S-e-x (The 3-letter word)
by Dr. Susan Pomeranz
Let’s talk about sex. As a culture we’re obsessed with it. Just flip through any magazine at your local bookstore or checkout stand. You’ll see: Are you hot enough? Is your penis big enough? Hard enough? Are your breasts perky or do they point downwards towards Mexico? And then they offer all these groundbreaking statistics like “81% of couples use some kind of food item as part of their lovemaking.”
Also, apparently there are now 36 G spots. Actually, that’s 35 more than I knew about. Come on, where do they get this stuff anyway? Besides fostering absurd comparisons and oodles of self-doubt, these magazines have made it all about mechanics. Have we forgotten about truly loving each other? Why do we look outside of ourselves to see what’s “normal” or how we should be, versus looking inside for what feels right? It doesn’t matter if you make love daily, only in months that start with “J,” or haven’t had sex since Melrose Place left prime time. Frequency is not the issue. What matters is what’s right for you and your partner. Are you able to fully express your hearts and share the deepest parts of yourselves with each other? Is there a reciprocity to your loving that grows and evolves as you do?
I can’t tell you how many couples come into my office with “sexual” issues. “She’s too tired.” “He’s too mired.” “He’s not exciting.” “She’s not inviting.” They’re forgetting that the real issue lies in the offering. The question they should be asking is, “What do I bring to the table? Am I loving? Interesting? Interested? Sexy? Available? Kind?” Isn’t sex just a barometer for what’s going on in a relationship, anyway?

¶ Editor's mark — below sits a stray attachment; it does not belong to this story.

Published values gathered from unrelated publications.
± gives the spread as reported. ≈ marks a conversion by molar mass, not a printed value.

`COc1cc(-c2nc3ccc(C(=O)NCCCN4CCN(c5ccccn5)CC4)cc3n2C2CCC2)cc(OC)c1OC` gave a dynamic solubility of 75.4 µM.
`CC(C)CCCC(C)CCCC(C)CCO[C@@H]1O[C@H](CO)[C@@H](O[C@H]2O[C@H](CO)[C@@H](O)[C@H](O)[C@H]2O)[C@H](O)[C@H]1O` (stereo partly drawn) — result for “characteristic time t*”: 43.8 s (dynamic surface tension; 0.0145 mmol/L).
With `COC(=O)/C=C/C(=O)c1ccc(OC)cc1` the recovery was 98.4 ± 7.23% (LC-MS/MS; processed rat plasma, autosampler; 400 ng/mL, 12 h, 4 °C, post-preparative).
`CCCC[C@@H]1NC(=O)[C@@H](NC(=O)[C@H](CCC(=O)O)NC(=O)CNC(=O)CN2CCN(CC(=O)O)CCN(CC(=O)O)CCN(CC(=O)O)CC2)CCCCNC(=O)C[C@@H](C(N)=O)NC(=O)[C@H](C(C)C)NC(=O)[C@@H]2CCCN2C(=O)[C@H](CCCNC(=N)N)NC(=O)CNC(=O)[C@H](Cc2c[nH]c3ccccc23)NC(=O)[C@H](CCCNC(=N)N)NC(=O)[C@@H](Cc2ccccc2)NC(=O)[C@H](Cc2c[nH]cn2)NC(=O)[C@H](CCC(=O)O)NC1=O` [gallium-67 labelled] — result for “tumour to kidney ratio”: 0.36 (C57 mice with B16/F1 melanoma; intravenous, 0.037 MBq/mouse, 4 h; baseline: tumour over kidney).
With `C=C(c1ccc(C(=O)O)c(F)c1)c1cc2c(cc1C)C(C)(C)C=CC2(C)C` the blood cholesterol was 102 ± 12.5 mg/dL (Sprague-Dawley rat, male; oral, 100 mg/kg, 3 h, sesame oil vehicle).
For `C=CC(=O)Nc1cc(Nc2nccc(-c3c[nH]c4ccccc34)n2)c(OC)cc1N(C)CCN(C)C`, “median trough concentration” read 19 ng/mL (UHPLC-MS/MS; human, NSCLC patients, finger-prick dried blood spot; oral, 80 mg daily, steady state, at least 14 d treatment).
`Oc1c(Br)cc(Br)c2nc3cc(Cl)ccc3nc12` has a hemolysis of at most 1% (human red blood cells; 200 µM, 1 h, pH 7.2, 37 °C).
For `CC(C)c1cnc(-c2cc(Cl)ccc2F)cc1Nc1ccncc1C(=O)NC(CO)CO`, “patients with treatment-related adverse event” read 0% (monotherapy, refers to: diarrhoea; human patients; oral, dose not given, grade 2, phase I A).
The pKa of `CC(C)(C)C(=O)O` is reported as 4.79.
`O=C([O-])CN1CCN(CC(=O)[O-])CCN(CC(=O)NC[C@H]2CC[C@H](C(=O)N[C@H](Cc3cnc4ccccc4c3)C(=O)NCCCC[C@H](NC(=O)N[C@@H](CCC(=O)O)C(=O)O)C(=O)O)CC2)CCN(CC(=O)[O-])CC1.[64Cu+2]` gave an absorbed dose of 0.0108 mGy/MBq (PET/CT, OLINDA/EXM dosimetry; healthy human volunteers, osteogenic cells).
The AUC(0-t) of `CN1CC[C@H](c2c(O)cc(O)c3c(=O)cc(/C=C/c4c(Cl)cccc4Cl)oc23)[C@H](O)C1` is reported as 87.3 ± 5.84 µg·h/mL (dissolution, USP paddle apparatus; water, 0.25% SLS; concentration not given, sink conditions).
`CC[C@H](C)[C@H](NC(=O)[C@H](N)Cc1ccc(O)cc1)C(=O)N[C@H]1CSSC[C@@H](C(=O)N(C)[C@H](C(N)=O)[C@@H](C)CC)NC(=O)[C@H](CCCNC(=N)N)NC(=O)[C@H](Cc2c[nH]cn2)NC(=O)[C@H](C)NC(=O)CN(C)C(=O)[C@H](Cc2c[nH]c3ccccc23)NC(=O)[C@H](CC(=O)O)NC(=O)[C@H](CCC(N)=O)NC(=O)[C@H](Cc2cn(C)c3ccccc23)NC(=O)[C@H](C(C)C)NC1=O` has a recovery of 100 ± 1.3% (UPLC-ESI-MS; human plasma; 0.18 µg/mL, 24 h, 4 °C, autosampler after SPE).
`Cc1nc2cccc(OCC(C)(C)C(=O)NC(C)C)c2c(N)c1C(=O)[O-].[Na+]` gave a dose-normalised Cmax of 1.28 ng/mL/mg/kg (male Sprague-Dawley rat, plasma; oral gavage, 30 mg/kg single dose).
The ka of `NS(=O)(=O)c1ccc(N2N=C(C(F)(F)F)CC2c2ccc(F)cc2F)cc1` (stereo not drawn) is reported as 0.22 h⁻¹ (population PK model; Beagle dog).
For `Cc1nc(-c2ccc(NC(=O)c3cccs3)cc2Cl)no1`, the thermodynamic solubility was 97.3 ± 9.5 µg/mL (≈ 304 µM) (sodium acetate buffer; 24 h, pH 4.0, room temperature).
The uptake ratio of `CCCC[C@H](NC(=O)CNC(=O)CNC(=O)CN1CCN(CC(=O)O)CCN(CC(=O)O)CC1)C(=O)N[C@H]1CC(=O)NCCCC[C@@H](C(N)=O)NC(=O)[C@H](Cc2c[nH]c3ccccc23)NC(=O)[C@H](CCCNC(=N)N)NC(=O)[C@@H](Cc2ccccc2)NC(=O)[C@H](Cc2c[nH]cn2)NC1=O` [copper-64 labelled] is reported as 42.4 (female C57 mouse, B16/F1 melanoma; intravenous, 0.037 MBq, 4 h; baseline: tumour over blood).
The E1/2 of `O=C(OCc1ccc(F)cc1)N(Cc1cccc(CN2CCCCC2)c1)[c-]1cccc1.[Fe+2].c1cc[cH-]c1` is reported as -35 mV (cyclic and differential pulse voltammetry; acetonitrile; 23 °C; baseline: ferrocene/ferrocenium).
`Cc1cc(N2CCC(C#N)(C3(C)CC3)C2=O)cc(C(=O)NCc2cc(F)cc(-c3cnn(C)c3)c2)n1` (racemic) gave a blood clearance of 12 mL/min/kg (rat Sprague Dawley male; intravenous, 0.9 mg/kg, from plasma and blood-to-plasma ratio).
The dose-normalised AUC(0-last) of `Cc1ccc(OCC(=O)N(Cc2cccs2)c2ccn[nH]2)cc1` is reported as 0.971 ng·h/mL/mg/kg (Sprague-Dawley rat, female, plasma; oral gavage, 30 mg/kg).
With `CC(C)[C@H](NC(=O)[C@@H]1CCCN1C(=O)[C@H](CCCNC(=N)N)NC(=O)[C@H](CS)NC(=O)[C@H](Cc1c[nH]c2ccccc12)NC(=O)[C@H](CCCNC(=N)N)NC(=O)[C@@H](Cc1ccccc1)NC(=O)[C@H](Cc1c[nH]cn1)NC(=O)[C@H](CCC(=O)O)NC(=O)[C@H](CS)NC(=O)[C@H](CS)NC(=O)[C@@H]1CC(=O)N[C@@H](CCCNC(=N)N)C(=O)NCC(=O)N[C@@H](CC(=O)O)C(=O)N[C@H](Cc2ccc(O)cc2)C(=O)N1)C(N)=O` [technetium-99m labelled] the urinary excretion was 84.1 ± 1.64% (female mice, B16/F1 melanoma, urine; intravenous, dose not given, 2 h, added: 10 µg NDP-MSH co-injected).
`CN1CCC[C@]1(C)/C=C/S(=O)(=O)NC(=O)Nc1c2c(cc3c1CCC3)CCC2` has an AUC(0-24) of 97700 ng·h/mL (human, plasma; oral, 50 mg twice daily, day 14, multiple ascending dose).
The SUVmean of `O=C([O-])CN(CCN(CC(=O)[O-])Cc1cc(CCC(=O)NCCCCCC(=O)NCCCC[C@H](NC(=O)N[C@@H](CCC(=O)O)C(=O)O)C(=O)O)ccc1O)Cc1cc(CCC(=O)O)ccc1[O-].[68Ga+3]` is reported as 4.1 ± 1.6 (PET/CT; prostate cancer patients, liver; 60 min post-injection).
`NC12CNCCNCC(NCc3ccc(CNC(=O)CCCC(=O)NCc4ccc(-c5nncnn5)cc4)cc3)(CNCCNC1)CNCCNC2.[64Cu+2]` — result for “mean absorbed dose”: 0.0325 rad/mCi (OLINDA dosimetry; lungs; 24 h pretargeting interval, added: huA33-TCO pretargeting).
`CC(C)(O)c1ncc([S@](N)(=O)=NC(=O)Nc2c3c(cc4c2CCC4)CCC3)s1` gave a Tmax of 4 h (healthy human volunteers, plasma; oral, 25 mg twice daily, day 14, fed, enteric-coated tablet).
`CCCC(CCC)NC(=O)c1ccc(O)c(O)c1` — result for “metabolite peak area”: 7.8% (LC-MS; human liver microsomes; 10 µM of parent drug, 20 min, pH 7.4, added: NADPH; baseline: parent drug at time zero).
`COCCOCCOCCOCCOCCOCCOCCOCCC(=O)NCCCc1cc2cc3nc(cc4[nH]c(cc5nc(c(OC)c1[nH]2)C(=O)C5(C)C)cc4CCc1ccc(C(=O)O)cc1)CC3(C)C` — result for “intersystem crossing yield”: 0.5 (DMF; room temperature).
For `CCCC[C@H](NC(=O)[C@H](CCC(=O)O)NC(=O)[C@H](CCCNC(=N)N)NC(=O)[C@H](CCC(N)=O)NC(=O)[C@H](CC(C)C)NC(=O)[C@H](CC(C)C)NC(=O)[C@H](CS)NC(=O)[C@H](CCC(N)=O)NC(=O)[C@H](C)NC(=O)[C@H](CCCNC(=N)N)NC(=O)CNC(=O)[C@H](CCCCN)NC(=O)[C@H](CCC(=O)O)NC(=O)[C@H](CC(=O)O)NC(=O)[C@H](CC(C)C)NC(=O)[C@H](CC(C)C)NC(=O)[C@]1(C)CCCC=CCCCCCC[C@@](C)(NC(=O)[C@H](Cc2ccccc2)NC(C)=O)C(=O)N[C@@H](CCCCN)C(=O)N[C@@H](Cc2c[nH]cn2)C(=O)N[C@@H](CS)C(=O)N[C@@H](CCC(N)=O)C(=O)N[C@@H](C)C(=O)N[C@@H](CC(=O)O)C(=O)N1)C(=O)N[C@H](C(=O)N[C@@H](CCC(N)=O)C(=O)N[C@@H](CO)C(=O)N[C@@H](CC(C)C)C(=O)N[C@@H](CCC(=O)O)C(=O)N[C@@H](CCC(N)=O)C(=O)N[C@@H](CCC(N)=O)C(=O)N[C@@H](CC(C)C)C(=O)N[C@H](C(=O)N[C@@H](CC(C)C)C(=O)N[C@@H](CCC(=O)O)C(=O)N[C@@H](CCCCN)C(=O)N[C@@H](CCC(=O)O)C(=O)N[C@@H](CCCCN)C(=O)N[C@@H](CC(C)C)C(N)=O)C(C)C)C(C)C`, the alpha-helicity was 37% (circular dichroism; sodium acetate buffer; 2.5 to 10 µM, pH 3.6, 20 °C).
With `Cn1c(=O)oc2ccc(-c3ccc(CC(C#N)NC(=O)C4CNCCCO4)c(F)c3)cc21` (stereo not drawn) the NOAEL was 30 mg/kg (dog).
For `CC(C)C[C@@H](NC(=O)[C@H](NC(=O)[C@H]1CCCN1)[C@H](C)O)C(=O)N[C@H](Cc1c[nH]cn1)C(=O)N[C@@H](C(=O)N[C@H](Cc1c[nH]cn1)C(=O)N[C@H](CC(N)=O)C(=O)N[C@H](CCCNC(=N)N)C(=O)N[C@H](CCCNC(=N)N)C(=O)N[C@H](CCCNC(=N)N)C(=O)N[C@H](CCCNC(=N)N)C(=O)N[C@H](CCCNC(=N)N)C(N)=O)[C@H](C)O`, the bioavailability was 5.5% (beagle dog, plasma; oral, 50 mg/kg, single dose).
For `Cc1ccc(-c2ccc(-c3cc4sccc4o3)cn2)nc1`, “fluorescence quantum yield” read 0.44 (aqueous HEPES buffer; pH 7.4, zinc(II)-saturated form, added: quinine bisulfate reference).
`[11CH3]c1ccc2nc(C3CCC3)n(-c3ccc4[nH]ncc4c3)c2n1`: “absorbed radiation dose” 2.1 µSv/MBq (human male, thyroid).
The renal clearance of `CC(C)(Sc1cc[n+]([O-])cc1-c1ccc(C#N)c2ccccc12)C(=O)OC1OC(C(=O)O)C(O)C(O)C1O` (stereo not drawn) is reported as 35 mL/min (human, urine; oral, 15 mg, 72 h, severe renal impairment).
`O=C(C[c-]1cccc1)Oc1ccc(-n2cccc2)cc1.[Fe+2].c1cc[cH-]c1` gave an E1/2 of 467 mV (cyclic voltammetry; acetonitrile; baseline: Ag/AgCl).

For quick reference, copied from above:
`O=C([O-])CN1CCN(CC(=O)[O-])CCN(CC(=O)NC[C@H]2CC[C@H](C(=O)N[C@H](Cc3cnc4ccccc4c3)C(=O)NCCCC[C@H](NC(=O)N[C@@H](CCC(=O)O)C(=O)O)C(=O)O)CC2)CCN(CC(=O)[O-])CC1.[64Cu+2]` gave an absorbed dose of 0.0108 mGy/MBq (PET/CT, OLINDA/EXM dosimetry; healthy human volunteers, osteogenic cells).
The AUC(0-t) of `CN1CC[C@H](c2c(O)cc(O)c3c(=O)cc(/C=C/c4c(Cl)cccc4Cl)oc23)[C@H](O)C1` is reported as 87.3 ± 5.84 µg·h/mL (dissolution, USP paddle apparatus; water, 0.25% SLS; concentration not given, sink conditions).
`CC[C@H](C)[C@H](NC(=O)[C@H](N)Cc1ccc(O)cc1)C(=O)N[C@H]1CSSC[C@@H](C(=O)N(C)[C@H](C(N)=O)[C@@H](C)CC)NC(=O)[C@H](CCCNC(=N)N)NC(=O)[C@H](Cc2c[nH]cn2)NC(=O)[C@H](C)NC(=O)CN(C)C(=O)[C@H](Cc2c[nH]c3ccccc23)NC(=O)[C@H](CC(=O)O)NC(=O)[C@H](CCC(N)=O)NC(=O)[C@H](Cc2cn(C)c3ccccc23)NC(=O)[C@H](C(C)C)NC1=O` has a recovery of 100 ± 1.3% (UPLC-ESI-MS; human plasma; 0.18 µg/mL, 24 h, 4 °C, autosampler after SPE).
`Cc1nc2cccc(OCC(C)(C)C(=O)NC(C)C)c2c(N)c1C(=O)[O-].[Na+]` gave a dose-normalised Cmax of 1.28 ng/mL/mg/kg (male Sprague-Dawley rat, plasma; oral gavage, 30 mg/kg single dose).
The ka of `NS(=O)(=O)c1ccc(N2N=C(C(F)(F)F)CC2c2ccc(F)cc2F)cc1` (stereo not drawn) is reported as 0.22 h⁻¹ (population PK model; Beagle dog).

I often tell couples to stop having sex: Just stop—game over. It’s no longer about orgasm. Instead it’s about all the ways we can be pleasuring and intimate with each other. It’s amazing the levels of connection and tenderness and playfulness people discover when they stop focusing on the Big O.
I had an interesting experience many years ago (Mom, don’t read this). You know how during sex you often start thinking that you’re too fat or too flat or too something, and you try to position yourself (no way am I getting on top!) to downplay whatever body flaws you think you have? And you become so obsessed with negative thoughts that it’s impossible for you to just BE in the moment?
Well, this happened to me, but from the other side. I had a partner who felt he was overweight and was completely self-conscious and self-absorbed—a preoccupation that made sex a total drag. I didn’t care if he was fat or thin or big or small. I just wanted him to be there, with me.
Again, it’s not about your body parts or how long you last or how bendy you are. It’s about being present and loving and listening to yourself and each other.
Think about what you bring to all your relationships, sexual or not. If you want more love in your life be more loving. Want sweet? Be sweet. Want compassion? Humor? Understanding? You get the idea. Just be what you want. The worst that could happen is you’ll be a better you.